Opinion 12-78

April 26, 2012


Digest:         A judge who granted a criminal defendant’s post-trial motion to set aside a jury’s guilty verdict need not disqualify him/herself from presiding over the new trial, unless the judge questions his/her own ability to be impartial.


Rules:          Judiciary Law §14; 22 NYCRR 100.2; 100.2(A); 100.3(E)(1); Opinions 11-64; Joint Opinion 07-78/07-121; Opinions 07-49; 98-134 (Vol. XVII); 89-104 (Vol. IV); People v Moreno, 70 NY2d 403 (1987); People v Brown, 26 NY2d 168 (1969).


         The inquiring judge states that he/she recently granted a criminal defendant’s motion to set aside a jury’s guilty verdict based on, among other things, ineffective assistance of counsel. Thereafter, the defendant’s newly retained counsel asked the judge “to consider recusal.” The judge asks whether he/she must disqualify him/herself from presiding over the new trial, because he/she has “basically heard all of the evidence at the first trial.”

         A judge must always avoid even the appearance of impropriety (see 22 NYCRR 100.2) and promote public confidence in the judiciary’s integrity and impartiality (see 22 NYCRR 100.2[A]). Therefore, a judge must disqualify him/herself in any proceeding in which the judge’s impartiality might reasonably be questioned (see 22 NYCRR 100.3[E][1]).

         During the course of a proceeding, a judge in his/her judicial capacity may be exposed to both admissible and inadmissible information. The Committee has recognized that a judge, due to specialized “‘learning, experience and judicial discipline, is uniquely capable of distinguishing the issues and of making an objective determination’ based upon appropriate legal criteria, despite his/her awareness of facts that cannot properly be relied upon in making the decision” (Joint Opinion 07-78/07-121, quoting People v Moreno, 70 NY2d 403, 406 [1987] and People v Brown, 24 NY2d 168, 172 [1969]).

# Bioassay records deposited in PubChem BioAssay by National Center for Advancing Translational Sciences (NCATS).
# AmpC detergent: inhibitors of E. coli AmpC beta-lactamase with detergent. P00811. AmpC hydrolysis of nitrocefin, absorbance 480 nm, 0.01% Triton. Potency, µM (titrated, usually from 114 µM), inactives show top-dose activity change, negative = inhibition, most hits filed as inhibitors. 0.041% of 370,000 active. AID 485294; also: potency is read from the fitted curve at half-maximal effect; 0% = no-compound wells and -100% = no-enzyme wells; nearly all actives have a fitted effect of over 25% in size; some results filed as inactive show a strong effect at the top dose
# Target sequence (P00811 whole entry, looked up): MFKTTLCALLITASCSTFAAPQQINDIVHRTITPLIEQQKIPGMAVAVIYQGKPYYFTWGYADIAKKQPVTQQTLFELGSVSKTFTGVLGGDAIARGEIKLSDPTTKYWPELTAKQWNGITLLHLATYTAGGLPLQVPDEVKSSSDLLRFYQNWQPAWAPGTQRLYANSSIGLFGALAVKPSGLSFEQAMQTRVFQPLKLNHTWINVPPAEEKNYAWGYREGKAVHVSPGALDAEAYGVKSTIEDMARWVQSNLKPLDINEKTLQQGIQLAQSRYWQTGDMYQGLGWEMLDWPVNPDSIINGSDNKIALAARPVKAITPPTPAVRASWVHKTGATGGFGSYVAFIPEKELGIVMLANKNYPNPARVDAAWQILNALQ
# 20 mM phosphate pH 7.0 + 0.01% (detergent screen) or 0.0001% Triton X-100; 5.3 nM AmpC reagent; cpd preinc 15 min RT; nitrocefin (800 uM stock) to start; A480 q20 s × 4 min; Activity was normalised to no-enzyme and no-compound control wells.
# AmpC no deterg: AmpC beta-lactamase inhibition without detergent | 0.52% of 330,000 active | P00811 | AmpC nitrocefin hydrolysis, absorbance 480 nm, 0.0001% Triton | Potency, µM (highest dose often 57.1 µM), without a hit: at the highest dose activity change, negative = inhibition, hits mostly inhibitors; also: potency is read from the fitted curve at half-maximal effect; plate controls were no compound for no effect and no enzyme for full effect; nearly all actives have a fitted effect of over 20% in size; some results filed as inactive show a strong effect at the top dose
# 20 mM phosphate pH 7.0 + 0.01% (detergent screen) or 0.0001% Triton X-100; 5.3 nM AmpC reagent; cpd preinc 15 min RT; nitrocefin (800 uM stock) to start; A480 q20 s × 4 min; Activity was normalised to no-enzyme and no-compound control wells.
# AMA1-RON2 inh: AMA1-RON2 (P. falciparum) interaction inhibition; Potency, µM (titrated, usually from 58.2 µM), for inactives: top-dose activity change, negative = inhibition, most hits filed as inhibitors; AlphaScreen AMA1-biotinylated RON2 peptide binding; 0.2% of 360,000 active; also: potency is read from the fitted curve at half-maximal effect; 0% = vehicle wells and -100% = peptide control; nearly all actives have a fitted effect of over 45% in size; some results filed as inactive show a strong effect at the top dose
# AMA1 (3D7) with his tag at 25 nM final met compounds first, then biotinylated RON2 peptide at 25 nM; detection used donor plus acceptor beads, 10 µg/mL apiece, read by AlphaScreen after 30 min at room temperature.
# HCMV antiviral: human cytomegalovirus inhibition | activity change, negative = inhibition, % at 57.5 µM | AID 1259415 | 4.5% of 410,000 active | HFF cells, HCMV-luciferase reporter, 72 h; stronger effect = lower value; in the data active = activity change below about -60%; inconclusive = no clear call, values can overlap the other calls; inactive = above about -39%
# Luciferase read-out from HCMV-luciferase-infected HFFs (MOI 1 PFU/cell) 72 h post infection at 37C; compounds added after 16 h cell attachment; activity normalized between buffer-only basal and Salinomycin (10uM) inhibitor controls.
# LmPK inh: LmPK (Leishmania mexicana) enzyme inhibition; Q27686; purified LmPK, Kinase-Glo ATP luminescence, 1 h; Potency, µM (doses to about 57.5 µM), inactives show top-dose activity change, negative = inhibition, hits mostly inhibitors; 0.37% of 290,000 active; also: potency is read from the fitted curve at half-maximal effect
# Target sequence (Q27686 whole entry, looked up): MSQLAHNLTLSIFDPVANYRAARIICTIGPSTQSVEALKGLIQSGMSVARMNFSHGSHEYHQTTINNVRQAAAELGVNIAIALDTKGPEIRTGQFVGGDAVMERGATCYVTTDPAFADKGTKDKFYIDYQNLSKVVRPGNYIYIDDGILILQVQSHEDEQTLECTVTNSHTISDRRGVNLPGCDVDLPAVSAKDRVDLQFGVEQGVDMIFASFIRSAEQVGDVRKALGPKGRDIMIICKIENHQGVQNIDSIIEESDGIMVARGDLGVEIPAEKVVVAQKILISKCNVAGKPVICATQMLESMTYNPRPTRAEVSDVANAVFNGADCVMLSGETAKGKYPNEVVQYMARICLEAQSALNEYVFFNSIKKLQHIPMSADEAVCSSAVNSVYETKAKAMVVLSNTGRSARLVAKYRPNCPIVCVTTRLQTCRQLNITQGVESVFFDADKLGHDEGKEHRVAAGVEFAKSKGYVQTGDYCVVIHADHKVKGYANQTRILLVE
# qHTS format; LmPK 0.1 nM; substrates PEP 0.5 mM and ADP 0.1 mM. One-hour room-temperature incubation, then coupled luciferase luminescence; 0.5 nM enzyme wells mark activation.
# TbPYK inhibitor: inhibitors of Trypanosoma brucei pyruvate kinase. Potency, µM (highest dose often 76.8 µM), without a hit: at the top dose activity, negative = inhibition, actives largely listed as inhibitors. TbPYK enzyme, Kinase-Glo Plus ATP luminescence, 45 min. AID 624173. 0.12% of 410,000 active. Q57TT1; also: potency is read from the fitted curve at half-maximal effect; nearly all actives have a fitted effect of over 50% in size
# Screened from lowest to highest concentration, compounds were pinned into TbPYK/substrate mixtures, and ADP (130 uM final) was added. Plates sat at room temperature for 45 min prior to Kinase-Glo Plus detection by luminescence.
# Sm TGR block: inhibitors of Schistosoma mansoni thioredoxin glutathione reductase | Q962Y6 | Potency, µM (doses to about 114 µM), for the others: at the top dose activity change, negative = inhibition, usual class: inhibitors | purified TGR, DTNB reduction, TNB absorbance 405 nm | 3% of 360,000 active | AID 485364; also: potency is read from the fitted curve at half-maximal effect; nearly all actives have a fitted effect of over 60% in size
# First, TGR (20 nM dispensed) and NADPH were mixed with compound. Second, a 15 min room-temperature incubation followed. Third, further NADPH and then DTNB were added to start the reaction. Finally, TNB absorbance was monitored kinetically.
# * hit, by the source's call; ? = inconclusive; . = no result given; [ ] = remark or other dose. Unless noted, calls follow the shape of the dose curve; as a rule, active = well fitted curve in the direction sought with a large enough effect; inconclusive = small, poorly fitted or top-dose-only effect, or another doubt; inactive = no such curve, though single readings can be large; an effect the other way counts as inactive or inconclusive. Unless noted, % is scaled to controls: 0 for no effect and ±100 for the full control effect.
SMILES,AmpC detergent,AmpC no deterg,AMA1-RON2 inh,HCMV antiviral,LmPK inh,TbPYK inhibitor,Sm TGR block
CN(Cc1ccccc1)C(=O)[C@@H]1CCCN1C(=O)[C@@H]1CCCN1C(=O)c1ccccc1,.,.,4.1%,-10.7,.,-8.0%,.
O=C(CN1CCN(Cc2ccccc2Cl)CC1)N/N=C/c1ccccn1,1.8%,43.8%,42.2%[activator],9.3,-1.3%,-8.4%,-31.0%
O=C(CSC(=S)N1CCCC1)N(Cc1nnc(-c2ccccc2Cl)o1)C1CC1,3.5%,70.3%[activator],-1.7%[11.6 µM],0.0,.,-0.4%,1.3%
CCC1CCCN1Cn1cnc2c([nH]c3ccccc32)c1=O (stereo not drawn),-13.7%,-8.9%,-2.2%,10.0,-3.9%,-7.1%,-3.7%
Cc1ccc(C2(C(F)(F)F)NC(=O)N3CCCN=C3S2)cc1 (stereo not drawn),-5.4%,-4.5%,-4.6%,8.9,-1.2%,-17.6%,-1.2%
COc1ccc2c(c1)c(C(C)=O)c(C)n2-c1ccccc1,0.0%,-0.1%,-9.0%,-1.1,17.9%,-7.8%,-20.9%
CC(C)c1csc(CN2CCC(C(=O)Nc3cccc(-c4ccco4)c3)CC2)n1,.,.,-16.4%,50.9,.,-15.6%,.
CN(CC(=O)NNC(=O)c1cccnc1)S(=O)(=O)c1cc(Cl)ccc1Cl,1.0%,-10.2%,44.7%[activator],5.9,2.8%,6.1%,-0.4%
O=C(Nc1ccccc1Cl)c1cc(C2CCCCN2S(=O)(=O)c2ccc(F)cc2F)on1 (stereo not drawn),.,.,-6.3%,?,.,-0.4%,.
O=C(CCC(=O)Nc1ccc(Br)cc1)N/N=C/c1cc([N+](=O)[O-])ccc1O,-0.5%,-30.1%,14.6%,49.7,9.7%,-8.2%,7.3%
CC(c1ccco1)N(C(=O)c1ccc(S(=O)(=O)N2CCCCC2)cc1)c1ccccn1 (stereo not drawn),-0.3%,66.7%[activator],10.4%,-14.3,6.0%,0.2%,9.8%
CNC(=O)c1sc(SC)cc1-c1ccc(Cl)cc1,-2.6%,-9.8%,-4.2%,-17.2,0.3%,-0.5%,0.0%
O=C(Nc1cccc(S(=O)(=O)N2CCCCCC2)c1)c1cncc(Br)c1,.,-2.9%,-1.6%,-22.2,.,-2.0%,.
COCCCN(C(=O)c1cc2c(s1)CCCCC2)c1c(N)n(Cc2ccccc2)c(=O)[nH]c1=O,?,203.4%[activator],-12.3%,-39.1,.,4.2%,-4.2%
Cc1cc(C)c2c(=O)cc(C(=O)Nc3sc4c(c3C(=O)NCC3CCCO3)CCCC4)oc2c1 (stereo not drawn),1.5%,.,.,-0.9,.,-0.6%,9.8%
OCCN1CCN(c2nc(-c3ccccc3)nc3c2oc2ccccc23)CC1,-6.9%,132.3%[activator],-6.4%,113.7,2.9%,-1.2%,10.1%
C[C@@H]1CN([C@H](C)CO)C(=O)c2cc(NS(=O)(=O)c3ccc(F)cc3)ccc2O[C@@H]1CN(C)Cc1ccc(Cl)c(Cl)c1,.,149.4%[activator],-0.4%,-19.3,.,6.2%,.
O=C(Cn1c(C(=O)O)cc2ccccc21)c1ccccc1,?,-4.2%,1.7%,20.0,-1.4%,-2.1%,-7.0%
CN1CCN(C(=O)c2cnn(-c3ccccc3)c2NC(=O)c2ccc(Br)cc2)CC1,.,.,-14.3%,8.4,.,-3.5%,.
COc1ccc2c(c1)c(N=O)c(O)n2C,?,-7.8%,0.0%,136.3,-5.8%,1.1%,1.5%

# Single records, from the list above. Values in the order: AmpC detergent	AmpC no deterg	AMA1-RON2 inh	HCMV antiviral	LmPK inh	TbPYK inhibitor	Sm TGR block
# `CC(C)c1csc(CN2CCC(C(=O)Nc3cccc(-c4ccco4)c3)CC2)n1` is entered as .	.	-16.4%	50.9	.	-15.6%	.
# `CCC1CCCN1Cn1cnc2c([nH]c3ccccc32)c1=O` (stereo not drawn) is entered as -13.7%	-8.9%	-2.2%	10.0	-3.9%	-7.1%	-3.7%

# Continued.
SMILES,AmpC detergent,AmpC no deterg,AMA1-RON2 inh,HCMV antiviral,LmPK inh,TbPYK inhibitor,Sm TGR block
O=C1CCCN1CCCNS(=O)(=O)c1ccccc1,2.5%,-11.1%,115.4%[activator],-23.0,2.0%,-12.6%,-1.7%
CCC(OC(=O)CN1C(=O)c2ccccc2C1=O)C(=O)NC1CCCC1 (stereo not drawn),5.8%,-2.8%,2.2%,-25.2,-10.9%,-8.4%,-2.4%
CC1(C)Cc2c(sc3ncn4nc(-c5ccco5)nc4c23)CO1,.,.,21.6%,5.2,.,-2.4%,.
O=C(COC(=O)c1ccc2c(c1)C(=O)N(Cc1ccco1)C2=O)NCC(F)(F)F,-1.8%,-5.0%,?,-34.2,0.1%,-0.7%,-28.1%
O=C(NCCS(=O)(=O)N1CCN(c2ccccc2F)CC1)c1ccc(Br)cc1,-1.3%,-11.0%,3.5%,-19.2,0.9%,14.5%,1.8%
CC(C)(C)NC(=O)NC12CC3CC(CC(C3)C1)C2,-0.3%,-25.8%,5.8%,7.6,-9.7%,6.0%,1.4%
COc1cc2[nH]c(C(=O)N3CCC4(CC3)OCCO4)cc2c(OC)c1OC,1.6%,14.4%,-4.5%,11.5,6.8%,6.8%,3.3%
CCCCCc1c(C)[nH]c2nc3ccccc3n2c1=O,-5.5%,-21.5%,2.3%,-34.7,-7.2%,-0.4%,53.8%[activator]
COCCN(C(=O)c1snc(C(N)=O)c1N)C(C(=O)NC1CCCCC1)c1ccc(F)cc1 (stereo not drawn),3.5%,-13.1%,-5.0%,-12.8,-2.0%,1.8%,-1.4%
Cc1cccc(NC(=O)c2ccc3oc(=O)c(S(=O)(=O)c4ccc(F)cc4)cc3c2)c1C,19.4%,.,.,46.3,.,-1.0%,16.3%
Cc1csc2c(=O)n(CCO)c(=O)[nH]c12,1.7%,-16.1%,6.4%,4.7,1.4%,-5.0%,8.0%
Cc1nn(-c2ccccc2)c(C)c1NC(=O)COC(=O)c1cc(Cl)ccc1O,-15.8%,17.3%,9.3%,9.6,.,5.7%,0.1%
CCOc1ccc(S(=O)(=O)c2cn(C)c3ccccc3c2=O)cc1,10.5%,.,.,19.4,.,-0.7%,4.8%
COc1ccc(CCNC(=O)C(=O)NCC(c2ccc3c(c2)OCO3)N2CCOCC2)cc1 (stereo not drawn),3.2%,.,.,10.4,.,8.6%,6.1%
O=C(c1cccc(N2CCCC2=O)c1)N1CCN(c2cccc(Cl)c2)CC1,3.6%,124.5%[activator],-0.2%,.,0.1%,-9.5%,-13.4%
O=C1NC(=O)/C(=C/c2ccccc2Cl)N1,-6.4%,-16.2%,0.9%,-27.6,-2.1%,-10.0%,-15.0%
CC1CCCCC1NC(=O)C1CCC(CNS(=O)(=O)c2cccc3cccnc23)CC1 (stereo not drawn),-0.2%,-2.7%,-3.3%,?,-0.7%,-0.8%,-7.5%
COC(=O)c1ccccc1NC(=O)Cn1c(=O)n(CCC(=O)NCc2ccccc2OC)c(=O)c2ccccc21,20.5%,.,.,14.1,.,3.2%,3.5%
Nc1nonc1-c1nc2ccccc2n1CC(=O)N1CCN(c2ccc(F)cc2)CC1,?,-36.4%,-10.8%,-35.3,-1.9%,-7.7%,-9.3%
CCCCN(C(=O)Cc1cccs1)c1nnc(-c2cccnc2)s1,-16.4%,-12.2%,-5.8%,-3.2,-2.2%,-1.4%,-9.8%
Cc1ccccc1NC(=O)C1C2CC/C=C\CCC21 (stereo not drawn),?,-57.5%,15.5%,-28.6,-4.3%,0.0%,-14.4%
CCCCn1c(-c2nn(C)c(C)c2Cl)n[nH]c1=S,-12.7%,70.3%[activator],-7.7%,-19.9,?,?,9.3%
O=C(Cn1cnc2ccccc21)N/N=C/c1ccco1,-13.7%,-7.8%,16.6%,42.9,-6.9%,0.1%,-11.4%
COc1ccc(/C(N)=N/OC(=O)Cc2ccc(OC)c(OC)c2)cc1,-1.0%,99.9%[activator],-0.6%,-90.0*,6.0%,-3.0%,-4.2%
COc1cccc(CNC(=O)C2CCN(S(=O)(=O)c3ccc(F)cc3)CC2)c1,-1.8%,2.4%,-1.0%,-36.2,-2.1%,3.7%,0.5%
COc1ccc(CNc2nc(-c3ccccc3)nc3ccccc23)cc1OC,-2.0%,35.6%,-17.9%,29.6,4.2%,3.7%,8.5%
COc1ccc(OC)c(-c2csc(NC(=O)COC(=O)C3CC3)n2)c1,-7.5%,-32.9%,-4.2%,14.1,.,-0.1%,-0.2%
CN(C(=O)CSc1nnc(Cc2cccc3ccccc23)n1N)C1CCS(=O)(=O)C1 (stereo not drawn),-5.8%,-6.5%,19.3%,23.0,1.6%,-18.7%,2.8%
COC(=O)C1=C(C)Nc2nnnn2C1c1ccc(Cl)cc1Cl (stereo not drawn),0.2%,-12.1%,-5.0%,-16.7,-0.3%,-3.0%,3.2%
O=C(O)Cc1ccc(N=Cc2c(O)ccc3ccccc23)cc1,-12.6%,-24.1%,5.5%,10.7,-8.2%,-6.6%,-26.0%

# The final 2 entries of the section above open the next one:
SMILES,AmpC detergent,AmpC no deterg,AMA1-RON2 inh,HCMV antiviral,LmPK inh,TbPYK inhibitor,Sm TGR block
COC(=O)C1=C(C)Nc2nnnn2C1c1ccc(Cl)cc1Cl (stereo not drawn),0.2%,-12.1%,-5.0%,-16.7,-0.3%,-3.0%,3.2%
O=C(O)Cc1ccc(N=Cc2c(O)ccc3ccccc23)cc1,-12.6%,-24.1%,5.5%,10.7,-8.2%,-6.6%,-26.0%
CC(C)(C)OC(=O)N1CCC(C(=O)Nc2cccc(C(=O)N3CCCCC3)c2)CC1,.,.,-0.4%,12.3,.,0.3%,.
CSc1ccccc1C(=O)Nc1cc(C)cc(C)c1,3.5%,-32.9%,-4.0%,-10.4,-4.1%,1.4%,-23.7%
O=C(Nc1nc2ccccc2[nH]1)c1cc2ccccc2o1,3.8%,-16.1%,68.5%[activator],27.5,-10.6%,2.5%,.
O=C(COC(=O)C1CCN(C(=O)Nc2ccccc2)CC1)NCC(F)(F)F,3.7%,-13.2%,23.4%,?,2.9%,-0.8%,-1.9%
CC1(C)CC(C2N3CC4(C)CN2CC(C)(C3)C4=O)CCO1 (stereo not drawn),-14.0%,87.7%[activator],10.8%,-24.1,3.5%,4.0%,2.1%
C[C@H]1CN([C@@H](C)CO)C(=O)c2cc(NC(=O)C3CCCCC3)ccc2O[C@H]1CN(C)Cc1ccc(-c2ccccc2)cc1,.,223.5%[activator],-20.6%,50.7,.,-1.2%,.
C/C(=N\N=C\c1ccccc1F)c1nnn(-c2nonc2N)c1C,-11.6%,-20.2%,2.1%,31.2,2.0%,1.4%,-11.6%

Accordingly, the Committee has previously advised that “[t]here is no per se requirement for disqualification of a judge based upon the judge’s having learned facts about a matter in a judicial capacity” (Opinion 89-104 [Vol. IV]; see also Joint Opinion 07-78/07-121 [Family Court judge who also presides in Problem Solving Court not ordinarily required to exercise recusal when party appearing in Family Court also appeared before judge in Problem Solving Court]; Opinion 98-134 [Vol. XVII] [judge does not have to exercise recusal solely on basis of past decisions]).

         In fact, even where a judge was disqualified from hearing one of two unrelated grounds raised in a post-trial motion to set aside a jury verdict, the Committee advised that disqualification with respect to the remaining portions of the motion “is best left to the judge’s discretion; if the judge believes, under the circumstances, [that] he/she can be impartial and is willing to preside, the judge may do so” (Opinion 07-49).

         Accordingly, under the circumstances presented, the Committee believes the inquiring judge’s impartially cannot reasonably be questioned if he/she presides over the new trial (see 22 NYCRR 100.3[E][1]). Thus, the judge may preside, as long as the judge concludes that he/she can be fair and impartial (see Opinion 07-49; see also Joint Opinion 07-78/07-121 [“[i]f judge cannot be impartial ... based on the knowledge he/she gained from the prior proceedings, ... then he/she must exercise recusal”]; Opinions 98-134 [Vol. XVII] [judge does not have to recuse him/herself solely on basis of prior evaluation of credibility in earlier unrelated action]; 89-104 [Vol. IV] [“If, on the other hand, the judge harbors doubts as to his or her ability to remain impartial in the second proceeding, the judge should recuse himself or herself”]).1


     1 The Committee has advised that “where disqualification is not mandated pursuant to the Rules Governing Judicial Conduct (see 22 NYCRR 100.3[E][1]) or Judiciary Law §14, the judge ‘is the sole arbiter of recusal. This discretionary decision is within the personal conscience of the court’ (People v Moreno, 70 NY2d 403, 405 [1987]). Of course, if the judge questions his/her own ability to be impartial in a particular matter, then he/she must not preside” (see Opinion 11-64).